How customer preference is shaping online commerce
By Lena Singer | Illustration by Nicole LegaultDavid Chookaszian & Steven Szaronos
Most online retailers work from the same model: You see something you like, click on it, type in your credit card number, and hope for the best. But lately a growing number of web-based shops are adding value for the customer — whether that means shifting the burden of choice away from the buyer or crafting products that are made to their specifications.
David Chookaszian '13, with his father and brother as partners, founded the online boutique Urban Offering in 2011 to provide men with custom-made clothing without a trip to the tailor. Rishi Prabhu '11 and Steven Szaronos '11 started sending their Boxes of Awesome — handpicked monthly deliveries of high-end men's specialty goods — through their site, Bespoke Post, that same year.
Online specialty subscription and buy-before-you-try services seem to be becoming more popular. Why do you think people are interested?
Szaronos: We started the company because we had a pretty simple insight, which is that guys hate shopping — but they do like to buy things. We hand-select unique boxed packages of full-sized products and send them to guys once a month. Our customer gets a unique, new experience or set of products delivered to his door. If he doesn't like it, he can always skip it. Either way, he can just sit back and relax.
Chookaszian: People are very comfortable with purchasing online. I think that comes from having a history of positive experiences. Over the past 10 or 12 years, the technology has improved and people have become accustomed to that different way of decision-making.
How do you manage buyers' expectations about your products, especially in the digital space?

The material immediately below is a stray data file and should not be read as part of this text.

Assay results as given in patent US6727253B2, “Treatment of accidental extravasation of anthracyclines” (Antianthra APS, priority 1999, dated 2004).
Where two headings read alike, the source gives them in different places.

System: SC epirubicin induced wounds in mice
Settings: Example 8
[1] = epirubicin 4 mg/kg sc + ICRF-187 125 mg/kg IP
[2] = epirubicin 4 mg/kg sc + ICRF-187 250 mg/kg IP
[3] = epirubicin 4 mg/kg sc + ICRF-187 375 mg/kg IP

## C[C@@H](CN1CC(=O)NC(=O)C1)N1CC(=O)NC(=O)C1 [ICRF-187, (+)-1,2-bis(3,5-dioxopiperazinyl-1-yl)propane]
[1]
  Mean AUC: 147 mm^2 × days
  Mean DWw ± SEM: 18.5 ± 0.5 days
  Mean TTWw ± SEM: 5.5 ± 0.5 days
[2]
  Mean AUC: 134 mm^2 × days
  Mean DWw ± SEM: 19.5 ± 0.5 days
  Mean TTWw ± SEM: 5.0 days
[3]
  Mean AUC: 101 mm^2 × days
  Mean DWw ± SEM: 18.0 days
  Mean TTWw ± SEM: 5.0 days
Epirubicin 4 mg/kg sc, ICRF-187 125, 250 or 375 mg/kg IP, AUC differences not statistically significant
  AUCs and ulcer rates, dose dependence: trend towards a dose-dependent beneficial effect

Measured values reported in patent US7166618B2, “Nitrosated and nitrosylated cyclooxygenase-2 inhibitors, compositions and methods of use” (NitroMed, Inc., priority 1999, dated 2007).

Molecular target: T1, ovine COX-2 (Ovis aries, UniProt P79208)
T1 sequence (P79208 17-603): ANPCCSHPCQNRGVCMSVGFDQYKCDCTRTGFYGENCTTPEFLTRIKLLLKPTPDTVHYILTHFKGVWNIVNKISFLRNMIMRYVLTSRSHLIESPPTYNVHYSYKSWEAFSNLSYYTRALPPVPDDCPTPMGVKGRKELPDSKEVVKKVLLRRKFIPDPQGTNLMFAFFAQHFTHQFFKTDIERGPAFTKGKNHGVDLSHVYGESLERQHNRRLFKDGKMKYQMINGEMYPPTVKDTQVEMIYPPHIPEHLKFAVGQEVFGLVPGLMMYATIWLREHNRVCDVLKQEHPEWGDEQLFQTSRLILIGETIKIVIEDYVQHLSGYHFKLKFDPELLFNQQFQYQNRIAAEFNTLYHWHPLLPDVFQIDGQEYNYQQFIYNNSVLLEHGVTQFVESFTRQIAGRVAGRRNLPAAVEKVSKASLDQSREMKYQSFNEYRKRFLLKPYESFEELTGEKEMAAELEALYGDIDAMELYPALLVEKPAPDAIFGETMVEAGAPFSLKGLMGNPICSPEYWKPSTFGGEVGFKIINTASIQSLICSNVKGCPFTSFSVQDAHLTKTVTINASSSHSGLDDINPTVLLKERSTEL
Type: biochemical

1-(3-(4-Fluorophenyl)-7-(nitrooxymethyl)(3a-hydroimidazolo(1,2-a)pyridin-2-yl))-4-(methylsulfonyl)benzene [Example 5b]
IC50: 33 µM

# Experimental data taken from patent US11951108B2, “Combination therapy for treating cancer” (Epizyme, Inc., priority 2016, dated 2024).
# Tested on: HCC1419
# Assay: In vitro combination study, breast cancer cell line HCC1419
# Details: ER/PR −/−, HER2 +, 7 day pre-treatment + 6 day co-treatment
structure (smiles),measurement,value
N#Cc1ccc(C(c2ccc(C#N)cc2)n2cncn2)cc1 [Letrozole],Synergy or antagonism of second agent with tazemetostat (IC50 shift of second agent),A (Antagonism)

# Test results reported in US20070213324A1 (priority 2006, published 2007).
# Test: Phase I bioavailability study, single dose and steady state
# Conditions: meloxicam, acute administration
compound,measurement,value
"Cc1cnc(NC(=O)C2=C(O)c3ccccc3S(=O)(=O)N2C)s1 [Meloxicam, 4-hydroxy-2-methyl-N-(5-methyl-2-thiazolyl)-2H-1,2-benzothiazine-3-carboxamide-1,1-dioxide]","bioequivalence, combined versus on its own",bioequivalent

S: Photography is really important. If you're not going to see the boxes in person, we're going to show you a lot of big images at different angles. We also like to tell the story of the items and why we chose them.
C: We try to make sure that our new customers understand that [making a custom garment] is a complex process. We tell them that it may not be perfect in the first fitting, but that's normal and the benefits outweigh the frustrations. For any customer, if the garment doesn't fit or he isn't satisfied, we'll pay for additional tailoring or he can return it.
Without face-to-face interaction, how are you getting to know your customer?
S: Through the site, we already collect a lot of information based on where people live, what they're opting into, and what they're opting out of. But we're starting to focus more on learning about our members through personality profile questions like, 'What magazine would you pick up when you're at the dentist's office?' The idea is that over time, when customers log in to the site, we'll already know a little bit about what they're interested in. And when we select boxes for them, or when we curate a new box for the month, it will feel like a dead-on hit.
C: To an extent, we do have that kind of interaction with our customers. So even though I'd say that, at this point, we aren't very sophisticated at learning more about them through the online channel, we can continue to have a very strong in-person presence.
Interviews condensed and edited for clarity.